Statement by Mr. Katsuhiko Takahashi
Minister, Permanent Mission of Japan to the United Nations
Plenary Meeting of the 68th Session of the General Assembly
Agenda Item 10: Implementation of the Declaration of Commitment on HIV/AIDS
And the Political Declaration on HIV/AIDS
6 June 2014
My delegation would like to thank the Secretary-General for his comprehensive report A/68/825. My delegation would also like to thank the President of the General Assembly for giving us an opportunity to have a discussion on this agenda item with other Member States.
There are less than 600 days left to achieve the Millennium Development Goals (MDGs). Since the Political Declaration on HIV/AIDS was adopted three years ago, steady progress has been made globally on several of its core goals which include reducing sexually transmitted HIV, eliminating HIV infection among newborns and infants, and reducing maternal deaths. However, the goal of universal access to treatment for HIV/AIDS by 2010 was not achieved, and there remain other challenges such as the continued growth of the epidemic in several countries, including 16 countries in Sub-Saharan Africa, and the continued lack of access to treatment for many children.
Discussions on the future Sustainable Development Goals (SDGs) and the Post-2015 Development Agenda are ongoing at the present. And there is no doubt that the fight against HIV/AIDS will remain a struggle that we must continue to contend with, even after 2015.
In his report, the Secretary-General described the many important synergies between the responses to HIV/AIDS on the one hand, and global efforts to eliminate extreme poverty, ensure Universal Health Coverage (UHC) and reduce inequalities on the other. My delegation totally agrees on this point.
In order to accelerate and enhance our efforts towards HIV/AIDS prevention, diagnosis, treatment and health management, it is necessary to implement comprehensive measures focusing not just on HIV/AIDS itself but the entire health system.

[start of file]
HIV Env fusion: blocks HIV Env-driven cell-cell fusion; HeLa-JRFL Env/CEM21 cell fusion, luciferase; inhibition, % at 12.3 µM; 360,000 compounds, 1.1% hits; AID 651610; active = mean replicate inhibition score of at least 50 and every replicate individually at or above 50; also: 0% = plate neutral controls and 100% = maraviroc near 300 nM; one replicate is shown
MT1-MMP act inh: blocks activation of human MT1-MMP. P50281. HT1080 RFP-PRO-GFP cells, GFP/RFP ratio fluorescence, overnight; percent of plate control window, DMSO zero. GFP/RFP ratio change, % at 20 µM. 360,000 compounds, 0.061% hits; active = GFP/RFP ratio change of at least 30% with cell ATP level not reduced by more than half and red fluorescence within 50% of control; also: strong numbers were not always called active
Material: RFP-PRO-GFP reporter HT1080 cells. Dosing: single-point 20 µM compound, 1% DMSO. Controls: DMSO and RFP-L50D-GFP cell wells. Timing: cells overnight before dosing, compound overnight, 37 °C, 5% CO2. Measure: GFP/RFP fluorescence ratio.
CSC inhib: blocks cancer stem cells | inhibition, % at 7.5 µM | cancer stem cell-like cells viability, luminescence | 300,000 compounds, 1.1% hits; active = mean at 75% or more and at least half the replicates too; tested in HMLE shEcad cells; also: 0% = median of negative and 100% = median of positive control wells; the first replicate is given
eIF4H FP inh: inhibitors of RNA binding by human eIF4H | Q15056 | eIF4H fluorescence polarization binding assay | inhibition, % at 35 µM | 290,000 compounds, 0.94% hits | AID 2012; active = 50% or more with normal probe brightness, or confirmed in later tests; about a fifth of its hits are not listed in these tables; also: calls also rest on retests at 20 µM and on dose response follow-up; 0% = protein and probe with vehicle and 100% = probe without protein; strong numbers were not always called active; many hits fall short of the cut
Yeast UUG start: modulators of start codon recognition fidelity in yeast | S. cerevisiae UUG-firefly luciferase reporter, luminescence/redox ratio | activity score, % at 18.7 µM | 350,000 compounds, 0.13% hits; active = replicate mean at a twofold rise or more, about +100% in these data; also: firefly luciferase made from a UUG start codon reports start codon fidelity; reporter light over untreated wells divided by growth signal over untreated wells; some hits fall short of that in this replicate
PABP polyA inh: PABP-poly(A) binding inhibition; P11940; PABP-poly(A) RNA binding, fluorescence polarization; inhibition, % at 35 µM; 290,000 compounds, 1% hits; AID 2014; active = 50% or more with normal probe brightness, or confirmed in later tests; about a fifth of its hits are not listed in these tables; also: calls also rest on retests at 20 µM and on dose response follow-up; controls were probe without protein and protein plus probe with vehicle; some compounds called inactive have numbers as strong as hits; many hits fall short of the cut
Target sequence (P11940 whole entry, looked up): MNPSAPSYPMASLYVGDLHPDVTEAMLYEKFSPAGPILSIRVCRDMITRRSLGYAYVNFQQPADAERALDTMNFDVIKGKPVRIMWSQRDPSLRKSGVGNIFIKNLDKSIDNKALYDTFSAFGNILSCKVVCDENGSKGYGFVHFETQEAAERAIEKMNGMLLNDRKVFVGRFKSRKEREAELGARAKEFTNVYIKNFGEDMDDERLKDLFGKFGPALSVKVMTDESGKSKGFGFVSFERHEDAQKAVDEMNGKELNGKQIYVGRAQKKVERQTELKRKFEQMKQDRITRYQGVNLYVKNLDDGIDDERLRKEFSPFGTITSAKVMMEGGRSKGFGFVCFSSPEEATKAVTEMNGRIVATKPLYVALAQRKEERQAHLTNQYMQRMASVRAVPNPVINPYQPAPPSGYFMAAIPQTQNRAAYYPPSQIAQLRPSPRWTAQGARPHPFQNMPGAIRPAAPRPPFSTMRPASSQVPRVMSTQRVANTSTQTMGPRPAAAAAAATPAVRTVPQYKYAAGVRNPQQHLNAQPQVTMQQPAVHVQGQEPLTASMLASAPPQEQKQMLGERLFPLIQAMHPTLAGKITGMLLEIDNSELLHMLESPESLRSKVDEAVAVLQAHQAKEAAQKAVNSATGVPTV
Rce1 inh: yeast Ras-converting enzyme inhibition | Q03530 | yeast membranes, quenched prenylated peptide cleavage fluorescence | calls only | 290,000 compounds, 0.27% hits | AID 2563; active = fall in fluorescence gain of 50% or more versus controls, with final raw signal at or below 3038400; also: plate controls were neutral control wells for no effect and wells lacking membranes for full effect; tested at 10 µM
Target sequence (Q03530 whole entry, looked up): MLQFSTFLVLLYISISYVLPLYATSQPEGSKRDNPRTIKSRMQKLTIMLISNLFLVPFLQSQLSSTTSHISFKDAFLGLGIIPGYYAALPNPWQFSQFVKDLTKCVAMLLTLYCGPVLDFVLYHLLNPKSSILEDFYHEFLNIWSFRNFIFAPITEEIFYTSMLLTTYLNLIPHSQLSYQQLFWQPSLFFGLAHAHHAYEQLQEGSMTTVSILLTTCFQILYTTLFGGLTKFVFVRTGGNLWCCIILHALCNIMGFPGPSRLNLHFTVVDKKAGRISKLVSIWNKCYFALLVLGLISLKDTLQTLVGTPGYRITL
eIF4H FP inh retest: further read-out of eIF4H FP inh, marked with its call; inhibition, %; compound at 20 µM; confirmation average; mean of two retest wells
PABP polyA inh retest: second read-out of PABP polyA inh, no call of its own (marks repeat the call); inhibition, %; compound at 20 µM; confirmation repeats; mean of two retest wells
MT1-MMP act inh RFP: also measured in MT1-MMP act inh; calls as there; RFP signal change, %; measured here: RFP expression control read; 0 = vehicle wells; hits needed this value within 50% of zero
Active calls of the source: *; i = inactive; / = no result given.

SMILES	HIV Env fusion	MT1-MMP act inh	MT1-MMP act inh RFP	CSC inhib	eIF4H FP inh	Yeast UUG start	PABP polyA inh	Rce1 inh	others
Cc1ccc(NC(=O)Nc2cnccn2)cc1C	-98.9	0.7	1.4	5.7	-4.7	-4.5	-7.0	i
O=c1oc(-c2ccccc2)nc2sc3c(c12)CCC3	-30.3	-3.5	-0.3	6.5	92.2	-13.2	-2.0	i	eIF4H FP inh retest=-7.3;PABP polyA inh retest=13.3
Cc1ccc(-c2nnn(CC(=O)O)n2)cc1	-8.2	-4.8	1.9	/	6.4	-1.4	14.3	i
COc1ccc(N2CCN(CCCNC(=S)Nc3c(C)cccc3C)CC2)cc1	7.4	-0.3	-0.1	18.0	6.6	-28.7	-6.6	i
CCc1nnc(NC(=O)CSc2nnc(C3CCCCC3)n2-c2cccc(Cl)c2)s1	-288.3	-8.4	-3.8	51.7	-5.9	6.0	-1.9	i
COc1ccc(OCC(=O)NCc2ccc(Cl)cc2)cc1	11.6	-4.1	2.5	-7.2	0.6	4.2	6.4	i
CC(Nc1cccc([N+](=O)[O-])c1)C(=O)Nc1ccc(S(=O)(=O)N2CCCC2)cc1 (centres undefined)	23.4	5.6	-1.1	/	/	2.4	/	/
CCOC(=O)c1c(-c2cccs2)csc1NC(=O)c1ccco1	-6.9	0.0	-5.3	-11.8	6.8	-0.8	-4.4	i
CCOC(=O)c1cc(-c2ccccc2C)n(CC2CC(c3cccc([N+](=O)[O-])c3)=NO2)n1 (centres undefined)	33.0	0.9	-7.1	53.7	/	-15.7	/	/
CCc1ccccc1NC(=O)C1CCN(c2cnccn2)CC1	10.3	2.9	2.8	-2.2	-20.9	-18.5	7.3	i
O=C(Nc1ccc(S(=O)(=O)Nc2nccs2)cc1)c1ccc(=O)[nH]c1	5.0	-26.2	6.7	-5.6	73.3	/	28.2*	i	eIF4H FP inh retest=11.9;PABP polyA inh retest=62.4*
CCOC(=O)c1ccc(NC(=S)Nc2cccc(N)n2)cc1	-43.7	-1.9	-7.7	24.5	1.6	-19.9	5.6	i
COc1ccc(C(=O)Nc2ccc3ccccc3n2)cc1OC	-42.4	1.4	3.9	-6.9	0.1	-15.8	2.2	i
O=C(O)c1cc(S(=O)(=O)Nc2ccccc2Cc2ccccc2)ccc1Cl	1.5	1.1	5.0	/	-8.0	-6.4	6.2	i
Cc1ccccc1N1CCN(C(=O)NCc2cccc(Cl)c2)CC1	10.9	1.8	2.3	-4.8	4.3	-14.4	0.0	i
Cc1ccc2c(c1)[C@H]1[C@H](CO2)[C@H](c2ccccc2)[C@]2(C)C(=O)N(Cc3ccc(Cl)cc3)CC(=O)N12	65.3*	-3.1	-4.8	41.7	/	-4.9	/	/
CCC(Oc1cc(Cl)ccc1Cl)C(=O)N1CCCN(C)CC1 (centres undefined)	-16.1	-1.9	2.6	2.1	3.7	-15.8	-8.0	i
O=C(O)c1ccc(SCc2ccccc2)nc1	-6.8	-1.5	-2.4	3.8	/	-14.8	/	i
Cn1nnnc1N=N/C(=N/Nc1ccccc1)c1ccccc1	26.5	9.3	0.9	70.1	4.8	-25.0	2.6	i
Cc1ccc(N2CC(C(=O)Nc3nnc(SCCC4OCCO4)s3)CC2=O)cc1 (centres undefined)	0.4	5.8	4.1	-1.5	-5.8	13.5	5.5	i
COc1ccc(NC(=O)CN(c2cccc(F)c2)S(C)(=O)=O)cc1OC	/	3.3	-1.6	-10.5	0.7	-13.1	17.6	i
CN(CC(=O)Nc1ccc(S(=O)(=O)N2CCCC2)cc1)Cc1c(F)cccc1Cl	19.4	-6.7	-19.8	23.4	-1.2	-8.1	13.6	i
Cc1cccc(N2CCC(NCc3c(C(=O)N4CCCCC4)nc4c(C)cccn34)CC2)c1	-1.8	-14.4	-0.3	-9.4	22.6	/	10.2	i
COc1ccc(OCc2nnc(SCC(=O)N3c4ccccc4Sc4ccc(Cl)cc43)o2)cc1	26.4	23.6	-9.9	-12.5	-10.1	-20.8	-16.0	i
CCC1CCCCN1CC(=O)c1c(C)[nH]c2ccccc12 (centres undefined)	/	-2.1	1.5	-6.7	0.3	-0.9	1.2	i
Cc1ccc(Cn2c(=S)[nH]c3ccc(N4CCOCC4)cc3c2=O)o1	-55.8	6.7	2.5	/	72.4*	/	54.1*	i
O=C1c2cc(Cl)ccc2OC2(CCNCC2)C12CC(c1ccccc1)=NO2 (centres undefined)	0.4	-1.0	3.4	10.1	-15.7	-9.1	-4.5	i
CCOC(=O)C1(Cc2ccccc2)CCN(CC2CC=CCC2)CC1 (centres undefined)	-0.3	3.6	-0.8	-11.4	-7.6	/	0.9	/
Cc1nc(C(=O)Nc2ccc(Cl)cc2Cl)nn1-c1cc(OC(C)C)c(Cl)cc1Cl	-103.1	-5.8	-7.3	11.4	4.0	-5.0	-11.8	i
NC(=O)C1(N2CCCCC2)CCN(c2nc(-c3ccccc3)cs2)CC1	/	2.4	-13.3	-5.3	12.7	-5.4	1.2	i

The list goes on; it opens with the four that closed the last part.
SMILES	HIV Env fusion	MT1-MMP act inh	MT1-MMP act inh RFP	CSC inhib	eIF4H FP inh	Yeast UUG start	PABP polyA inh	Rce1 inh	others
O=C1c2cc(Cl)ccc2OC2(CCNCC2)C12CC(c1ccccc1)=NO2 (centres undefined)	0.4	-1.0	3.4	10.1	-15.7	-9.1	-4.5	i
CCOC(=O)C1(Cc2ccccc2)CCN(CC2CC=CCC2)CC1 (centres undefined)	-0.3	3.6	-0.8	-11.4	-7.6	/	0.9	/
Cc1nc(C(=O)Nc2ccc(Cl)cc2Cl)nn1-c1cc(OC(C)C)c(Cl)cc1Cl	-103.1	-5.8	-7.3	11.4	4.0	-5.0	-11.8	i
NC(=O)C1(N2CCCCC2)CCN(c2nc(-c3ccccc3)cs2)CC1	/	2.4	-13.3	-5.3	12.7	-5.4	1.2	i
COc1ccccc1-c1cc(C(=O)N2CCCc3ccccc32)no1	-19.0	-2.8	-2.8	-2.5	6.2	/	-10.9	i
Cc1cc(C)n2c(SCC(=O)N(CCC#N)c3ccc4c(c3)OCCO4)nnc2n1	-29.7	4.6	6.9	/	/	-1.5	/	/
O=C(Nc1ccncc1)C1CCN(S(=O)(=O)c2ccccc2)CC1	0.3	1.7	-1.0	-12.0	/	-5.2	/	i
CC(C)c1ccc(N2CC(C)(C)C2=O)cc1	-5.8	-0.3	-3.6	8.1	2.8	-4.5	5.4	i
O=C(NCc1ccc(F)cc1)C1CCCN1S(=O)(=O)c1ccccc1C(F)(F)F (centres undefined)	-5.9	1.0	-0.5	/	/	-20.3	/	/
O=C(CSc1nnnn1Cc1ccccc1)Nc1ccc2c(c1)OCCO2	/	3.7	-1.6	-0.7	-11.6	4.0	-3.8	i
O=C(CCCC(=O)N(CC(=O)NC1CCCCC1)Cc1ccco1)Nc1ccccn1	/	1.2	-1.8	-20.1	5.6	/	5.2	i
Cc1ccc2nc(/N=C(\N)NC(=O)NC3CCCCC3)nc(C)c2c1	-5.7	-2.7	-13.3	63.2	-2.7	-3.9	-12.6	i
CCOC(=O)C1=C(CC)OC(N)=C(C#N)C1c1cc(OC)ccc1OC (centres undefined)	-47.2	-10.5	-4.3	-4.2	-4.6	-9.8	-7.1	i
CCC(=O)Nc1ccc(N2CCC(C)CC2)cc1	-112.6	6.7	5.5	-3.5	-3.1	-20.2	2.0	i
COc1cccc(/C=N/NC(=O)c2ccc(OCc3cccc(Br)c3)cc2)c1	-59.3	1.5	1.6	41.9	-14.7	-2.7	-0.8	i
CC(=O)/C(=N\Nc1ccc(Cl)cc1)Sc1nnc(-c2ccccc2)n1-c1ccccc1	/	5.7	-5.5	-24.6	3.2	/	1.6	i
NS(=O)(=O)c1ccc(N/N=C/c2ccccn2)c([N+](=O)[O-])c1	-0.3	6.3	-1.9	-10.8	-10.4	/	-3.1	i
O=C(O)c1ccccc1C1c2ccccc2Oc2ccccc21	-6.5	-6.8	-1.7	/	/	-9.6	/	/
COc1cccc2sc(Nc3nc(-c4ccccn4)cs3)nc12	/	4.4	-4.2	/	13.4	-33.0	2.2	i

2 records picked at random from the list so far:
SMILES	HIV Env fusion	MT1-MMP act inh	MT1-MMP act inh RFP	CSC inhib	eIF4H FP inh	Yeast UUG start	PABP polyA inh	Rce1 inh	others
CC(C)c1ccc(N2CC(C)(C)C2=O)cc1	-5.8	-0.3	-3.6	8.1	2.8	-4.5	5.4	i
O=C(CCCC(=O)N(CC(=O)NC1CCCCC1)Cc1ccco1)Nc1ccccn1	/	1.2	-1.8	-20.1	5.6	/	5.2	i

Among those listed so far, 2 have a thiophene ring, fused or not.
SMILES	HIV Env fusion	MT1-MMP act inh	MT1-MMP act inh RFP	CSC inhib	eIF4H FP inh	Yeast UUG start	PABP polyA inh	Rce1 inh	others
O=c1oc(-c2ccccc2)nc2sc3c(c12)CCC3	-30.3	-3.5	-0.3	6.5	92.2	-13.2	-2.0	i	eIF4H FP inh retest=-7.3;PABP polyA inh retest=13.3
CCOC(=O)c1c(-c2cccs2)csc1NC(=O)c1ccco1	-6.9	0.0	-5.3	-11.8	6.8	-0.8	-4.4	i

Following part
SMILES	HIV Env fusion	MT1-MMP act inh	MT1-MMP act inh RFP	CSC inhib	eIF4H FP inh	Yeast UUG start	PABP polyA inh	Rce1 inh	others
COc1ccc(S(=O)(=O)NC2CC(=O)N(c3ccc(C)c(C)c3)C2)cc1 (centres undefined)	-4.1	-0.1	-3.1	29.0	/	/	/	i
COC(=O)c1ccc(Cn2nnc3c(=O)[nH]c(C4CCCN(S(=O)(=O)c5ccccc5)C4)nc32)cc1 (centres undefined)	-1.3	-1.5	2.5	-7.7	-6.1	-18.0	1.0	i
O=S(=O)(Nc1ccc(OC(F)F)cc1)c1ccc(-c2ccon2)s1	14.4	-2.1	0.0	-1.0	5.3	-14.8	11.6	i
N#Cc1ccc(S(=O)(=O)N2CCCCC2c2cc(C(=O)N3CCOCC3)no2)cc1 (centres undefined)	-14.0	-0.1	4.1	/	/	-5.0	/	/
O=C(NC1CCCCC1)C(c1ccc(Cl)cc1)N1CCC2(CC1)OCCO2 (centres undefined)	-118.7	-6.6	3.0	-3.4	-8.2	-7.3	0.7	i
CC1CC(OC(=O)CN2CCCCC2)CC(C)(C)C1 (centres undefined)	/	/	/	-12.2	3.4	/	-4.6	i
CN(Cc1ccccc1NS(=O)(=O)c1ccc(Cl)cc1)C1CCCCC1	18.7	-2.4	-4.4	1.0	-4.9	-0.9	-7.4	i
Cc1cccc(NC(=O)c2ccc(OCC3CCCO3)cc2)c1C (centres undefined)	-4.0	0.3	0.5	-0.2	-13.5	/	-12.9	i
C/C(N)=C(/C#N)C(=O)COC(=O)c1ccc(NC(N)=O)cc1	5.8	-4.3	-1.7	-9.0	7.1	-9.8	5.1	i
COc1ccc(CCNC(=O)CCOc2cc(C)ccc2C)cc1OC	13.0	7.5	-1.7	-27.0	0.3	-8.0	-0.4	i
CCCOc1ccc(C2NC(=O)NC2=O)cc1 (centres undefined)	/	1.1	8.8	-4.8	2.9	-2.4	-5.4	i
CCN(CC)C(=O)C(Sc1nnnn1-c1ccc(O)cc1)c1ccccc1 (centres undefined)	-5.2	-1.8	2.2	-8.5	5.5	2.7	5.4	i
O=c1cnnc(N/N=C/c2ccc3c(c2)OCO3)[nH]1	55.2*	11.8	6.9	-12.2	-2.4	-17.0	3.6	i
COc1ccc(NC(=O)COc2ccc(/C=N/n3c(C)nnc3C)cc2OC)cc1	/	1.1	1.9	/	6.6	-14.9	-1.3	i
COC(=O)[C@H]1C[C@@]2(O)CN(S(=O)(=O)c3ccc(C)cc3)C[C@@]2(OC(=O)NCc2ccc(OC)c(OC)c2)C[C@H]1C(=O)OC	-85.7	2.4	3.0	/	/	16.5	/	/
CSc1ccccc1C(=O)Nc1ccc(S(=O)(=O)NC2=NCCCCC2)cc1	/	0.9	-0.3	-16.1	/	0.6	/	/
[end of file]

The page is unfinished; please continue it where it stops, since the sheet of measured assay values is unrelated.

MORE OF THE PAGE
Under Japan’s national health programme, we have established an effective health and medical system by locating health care facilities nationwide, and cultivating medical specialists such as doctors, nurses and pharmacists. We have realized universal medical care insurance in order to enable everyone to have access to sufficient services. And we have strengthened our measures towards HIV/AIDS in addition to our basic health and medical systems. Through the aforementioned efforts, all people in Japan living with HIV have access to necessary health care services as part of UHC.
Next, my delegation would like to speak briefly about the issue of “equity” in the fight against HIV/AIDS.
Lack of equitable access to life-saving HIV treatment, especially for women and children, needs to be dealt with. Human security provides a comprehensive approach that strengthens the protection and empowerment of people and communities in need. In this regard, Japan expects the UN organizations and the Member States to draw on this approach on the ground to fight against HIV/AIDS.
Prejudice and discrimination continue to exist against people living with HIV, and this stigma has been an obstacle in the path of our fight against HIV/AIDS. It is necessary for us to make every effort to eliminate prejudice and discrimination to those living with HIV, by the “people-centered approach” of human security.
To this end, my country contributed amounting to 1.86 billion USD by the end of 2013 to the Global Fund to Fight AIDS, Tuberculosis and Malaria for supporting HIV/AIDS response. Moreover, at the 4th voluntary replenishment conference of the Global Fund last December, Japan announced that it would contribute an additional 800 million USD to the Fund in the coming years starting from 2014.
Furthermore, at the Fifth Tokyo International Conference on African Development (TICAD V) which was held in Japan last year, prevention and treatment of HIV/AIDS highlighted as an important sector-specific agenda in Japan’s assistance policy, and we are moving it forward in order to steadily implement the Yokohama Action Plan, which elaborates on the follow-up of the outcome to the TICAD V.
Japan believes that through realizing UHC and human security we can realize societies and communities where all people have full access to prevention, diagnosis, treatment and health care services for HIV/AIDS; where new HIV infections cease; and where we can live with the people living with HIV without prejudice and discrimination.
Finally, I would like to inform you that an event on UHC co-organized by the Governments of Japan, France and Thailand together with the WHO and the World Bank Group will be held at the Permanent Mission of Japan to the United Nations beginning at 8:15 in the morning on 11 June. We hope that as many Member States as possible will participate in this event and will learn that UHC is achievable in all the countries. We also hope that we can discuss the importance of promoting UHC, particularly within the discussions of both the SDGs and the Post-2015 Development Agenda.
I thank you, Mr. President.